Guest Blog Spot by Nikmah (INFID)
The 3rd United Nations (UN) Conference on Financing for Development held in Addis Ababa, Ethiopia, has finished and produced a document called “Addis Ababa Action Agenda” (AAAA). The conference failed to produce a real breakthrough in solving financing problems of development, as it had been predited, especially the development in poor and developing countries. Moreover, some parties considered AAAA document as a setback from previous commitment that had been achieved in Monterrey and Doha. The reluctance of developed countries to change global financial governance becomes a real obstacle in facilitating global solution to solve the problems of development. Initially there was a hope that this conference will solve systemic issues due to be held before the establishment of Post‐2015 Development Agenda. It is in contrast to previous conferences both in Monterrey and in Doha that were held after the Millennium Development Goals (MDGs) had been set. The hope for a breakthrough faded, amid uncertain global conditions as a result of the financial and economic crisis, as well as pressure of financial institutions to do austerity policy that hamper development, increasing open conflicts, and the threat of climate change. Developed countries such as the EU, US, Japan, and Australia rejected the proposal of the establishment of the Inter‐Governmental Body on Tax under the United Nations, which from the beginning proposed by poor and developing countries members of the G77 (China with support from global civil society).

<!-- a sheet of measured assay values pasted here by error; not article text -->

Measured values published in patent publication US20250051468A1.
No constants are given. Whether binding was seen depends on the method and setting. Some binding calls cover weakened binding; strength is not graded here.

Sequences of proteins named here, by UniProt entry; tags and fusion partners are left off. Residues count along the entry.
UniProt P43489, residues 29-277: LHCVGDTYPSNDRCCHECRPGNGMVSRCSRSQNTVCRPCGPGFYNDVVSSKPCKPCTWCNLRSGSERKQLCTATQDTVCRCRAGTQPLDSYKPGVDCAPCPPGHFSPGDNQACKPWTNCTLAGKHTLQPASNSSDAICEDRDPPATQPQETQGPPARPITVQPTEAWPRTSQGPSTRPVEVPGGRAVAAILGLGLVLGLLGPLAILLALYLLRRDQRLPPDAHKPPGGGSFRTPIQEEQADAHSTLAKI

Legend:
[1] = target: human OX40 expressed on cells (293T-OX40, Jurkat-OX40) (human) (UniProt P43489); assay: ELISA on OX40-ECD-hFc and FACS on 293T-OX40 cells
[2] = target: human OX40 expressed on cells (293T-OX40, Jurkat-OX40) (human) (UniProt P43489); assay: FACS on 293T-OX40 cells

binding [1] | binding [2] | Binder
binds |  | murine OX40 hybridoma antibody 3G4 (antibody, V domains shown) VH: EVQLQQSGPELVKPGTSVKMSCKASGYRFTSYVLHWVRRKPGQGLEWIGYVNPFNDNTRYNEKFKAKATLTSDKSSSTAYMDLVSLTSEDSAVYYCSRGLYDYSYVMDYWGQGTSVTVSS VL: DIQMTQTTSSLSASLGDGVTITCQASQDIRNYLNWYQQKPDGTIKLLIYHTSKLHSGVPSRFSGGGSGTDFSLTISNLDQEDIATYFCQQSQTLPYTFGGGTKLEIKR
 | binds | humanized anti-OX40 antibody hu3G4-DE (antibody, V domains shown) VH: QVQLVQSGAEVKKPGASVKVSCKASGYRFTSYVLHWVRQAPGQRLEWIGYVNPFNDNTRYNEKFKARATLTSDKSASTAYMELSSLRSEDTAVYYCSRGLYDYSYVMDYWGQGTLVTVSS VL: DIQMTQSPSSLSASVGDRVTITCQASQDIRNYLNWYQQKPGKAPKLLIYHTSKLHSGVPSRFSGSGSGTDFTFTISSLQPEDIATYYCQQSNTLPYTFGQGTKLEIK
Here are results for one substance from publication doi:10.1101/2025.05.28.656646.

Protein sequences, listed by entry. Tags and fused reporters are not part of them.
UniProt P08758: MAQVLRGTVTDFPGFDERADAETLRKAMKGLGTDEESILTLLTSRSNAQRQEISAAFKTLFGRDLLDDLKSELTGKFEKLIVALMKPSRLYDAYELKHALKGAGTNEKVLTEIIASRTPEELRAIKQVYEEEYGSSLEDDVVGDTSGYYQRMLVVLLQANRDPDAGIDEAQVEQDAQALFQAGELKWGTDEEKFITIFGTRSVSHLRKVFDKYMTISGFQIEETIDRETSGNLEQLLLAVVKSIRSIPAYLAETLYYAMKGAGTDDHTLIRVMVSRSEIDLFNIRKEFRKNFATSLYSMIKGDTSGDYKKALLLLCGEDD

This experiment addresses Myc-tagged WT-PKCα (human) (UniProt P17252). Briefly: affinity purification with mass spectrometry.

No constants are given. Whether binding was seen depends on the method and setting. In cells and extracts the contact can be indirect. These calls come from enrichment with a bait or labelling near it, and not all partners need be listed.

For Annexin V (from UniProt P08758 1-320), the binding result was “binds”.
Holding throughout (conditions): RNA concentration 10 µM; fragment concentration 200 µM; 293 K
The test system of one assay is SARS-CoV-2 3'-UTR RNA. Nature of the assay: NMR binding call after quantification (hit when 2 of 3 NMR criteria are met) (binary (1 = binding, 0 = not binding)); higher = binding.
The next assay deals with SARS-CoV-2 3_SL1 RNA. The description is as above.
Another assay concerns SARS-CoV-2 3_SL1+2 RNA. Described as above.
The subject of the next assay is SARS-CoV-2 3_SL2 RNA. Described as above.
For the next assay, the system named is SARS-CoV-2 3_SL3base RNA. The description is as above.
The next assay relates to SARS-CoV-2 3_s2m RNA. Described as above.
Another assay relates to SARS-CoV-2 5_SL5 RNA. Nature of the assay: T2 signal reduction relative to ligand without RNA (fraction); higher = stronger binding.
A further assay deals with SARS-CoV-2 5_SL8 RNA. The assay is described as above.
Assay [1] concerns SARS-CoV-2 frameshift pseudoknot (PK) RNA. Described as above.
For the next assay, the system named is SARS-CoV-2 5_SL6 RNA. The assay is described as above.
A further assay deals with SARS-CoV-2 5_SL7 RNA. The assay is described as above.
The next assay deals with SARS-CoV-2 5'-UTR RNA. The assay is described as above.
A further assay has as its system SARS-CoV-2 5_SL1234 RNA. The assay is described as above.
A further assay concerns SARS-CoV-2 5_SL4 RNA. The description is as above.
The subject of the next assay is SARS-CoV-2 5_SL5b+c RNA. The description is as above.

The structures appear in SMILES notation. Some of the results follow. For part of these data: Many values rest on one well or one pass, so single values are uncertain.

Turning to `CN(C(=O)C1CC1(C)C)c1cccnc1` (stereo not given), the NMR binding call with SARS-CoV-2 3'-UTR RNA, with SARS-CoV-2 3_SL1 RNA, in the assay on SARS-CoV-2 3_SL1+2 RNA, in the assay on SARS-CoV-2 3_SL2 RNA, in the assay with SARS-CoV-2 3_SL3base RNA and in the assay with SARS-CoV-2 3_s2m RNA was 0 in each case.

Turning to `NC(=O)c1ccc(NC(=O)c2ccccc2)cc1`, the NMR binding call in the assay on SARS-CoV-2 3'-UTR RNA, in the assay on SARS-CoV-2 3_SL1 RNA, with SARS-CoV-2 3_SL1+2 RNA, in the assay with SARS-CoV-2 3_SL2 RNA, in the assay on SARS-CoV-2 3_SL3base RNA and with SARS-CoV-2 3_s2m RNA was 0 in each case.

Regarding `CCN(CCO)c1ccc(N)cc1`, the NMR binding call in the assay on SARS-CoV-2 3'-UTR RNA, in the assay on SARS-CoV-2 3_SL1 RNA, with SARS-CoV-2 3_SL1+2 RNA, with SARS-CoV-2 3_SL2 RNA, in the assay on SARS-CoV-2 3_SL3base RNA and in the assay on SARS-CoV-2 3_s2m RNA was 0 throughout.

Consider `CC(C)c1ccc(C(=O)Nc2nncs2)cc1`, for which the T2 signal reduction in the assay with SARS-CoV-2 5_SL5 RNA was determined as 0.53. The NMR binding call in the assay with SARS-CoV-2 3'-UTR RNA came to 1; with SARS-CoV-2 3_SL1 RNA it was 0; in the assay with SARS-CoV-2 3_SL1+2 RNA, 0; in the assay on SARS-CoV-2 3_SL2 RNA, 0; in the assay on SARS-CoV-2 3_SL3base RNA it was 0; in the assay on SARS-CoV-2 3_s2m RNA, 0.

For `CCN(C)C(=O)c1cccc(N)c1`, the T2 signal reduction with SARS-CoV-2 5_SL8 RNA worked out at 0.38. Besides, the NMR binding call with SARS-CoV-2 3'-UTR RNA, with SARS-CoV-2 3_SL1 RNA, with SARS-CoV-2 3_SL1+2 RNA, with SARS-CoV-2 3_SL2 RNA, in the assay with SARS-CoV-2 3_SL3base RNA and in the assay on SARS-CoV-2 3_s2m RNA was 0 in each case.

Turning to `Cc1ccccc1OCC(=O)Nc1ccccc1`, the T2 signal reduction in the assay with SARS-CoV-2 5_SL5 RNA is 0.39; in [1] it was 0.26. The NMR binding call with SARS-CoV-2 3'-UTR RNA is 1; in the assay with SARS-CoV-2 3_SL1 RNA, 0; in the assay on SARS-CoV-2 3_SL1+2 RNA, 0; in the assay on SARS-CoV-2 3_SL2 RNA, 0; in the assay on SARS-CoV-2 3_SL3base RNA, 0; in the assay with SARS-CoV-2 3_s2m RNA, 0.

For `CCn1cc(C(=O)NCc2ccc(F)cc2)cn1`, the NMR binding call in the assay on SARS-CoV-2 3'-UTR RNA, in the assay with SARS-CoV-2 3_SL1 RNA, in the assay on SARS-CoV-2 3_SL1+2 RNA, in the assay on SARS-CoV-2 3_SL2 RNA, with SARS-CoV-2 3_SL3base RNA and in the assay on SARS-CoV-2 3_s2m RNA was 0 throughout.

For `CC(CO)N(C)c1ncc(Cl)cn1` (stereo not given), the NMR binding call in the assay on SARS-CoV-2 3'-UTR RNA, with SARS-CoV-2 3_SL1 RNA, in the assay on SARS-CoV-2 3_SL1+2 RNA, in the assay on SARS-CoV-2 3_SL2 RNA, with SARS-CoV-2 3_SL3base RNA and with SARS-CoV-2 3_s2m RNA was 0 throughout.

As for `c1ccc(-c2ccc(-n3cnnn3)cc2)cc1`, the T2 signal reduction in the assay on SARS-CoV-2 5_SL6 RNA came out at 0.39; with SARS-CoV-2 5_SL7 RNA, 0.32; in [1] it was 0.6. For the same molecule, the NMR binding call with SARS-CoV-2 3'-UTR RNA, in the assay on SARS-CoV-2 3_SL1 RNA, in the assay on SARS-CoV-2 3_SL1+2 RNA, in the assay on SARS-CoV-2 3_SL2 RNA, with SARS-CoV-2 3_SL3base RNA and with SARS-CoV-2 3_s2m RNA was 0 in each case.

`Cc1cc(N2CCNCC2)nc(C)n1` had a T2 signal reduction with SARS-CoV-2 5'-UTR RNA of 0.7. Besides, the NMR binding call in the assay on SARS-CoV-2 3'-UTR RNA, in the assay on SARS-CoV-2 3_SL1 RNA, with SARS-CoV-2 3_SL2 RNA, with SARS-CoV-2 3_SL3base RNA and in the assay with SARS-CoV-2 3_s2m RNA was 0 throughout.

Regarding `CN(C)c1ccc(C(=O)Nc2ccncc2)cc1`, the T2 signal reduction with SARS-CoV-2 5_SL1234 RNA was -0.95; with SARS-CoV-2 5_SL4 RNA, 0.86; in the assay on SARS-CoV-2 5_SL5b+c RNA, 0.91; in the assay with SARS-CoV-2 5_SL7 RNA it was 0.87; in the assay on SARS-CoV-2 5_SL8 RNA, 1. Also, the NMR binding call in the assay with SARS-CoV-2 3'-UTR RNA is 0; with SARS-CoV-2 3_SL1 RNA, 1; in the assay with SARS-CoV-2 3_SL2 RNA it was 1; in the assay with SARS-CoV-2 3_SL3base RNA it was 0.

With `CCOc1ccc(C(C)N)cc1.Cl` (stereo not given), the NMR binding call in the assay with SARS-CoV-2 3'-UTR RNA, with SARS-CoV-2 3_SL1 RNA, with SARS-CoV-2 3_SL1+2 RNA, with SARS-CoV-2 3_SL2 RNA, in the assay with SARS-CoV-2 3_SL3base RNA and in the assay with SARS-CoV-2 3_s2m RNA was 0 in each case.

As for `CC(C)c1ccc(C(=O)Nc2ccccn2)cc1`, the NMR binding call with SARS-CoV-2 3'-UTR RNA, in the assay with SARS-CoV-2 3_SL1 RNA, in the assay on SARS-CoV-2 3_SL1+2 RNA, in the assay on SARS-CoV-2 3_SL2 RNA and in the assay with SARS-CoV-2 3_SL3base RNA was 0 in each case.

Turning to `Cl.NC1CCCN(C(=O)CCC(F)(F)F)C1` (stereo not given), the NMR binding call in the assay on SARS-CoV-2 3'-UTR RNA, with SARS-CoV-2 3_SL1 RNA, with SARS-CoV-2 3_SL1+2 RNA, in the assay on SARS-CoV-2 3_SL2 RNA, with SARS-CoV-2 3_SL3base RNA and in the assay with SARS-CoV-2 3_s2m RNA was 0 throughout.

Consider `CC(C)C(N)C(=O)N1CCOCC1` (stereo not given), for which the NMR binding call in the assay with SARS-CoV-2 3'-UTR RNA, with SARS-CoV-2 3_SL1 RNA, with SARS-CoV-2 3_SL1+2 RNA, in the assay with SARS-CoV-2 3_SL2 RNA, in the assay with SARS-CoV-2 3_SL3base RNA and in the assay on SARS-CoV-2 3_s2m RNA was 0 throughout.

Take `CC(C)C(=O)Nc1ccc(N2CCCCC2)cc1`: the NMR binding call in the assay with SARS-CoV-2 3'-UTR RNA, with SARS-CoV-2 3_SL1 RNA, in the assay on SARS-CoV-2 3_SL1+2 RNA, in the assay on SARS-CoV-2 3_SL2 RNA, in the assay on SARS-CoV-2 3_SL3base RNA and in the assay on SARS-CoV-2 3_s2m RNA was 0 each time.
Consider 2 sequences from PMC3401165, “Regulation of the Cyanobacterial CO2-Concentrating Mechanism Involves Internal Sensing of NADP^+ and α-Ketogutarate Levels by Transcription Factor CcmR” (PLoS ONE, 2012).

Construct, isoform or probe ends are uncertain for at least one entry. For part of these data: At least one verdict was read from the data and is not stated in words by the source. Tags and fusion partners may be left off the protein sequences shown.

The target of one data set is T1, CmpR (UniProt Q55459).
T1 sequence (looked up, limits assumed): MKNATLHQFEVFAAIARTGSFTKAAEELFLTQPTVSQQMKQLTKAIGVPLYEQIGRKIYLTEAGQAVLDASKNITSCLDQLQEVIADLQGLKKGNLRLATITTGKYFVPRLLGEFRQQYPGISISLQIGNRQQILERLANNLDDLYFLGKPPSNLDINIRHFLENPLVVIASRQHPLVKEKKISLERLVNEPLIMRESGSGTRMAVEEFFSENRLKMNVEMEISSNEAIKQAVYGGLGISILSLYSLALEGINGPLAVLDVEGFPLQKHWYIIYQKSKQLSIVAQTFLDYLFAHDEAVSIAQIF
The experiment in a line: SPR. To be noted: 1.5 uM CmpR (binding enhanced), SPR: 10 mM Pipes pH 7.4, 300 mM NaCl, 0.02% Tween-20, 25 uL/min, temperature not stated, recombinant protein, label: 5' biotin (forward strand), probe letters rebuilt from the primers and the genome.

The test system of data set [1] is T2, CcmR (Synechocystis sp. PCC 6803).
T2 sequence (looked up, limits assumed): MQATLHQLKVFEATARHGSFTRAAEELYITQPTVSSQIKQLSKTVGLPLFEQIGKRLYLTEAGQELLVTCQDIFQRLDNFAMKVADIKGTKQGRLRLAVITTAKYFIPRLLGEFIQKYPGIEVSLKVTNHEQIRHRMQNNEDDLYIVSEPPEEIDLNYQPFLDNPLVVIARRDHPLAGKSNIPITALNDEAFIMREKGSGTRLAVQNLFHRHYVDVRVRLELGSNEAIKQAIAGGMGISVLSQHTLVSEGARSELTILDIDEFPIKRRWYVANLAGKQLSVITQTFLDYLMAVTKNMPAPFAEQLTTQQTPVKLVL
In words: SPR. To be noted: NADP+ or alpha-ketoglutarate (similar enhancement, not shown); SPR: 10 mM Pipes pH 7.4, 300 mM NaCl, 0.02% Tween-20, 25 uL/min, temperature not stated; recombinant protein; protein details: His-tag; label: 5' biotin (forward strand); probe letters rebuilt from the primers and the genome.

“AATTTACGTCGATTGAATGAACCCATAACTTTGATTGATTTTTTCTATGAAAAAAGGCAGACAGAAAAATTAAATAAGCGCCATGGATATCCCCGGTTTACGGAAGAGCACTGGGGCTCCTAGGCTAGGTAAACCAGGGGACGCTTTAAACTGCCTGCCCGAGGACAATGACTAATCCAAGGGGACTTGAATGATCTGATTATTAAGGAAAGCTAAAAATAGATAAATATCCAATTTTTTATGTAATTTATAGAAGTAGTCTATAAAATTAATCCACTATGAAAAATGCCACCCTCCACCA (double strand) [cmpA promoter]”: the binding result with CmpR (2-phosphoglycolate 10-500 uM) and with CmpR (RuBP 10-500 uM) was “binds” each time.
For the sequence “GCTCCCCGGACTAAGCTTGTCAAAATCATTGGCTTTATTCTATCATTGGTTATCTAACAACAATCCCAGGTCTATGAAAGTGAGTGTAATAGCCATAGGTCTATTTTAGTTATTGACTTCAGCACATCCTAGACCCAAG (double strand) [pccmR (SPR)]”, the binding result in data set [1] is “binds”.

These countries ignore the results of studies conducted by United Nations on Trade and Development (UNCTAD) and Global Financial Integrity (GFI) which states that every $ 1 dollar in developing countries gain trough FDI, remittance, aid etc, they lose around $ 2 dollars due to illicit financial flows and debt repayments. AAAA document did not support the proposal, even restoring the mandate to organize the global tax regulation to the OECD (Organization for Economic Co‐operation Development), which obviously does not represent all countries in the world. Cross‐country research on tax conducted by INFID in cooperation with South Africa Network on Inequality (SANI) as part of the Empowering Civil Society Network in BRICSAM Countries found that Indonesia, South Africa and Brazil are high on the list of countries suffering the largest losses as a result of international tax evasion schemes, which are largely used by High Net Worth Individuals (HNWI) and multinational corporations (MNCs). This research had been launched during CSO Forum on Financing for Development and submitted to official delegation particularly from BRICSAM countries before and during UN Conference. On the contrary, the role of the private sector in financing the development intensified. For example, AAAA document states that the government will strengthen regulatory framework to enhance private sector’s role in achieving development objectives, including providing incentives to the private sector to adopt sustainable practices and improve long‐term quality investment. AAAA document also mentions about blended financing between private and public ‐ in other words, Public Private Partnership ‐ that previously did not exist in the Monterrey Document. PPP scheme needs serious attention from civil society to ensure accountability of the project and to ensure that those projects support sustainable development agenda, and avoid socializing risks and privatizing profits.
International Financial Institutions (IFIs) Reform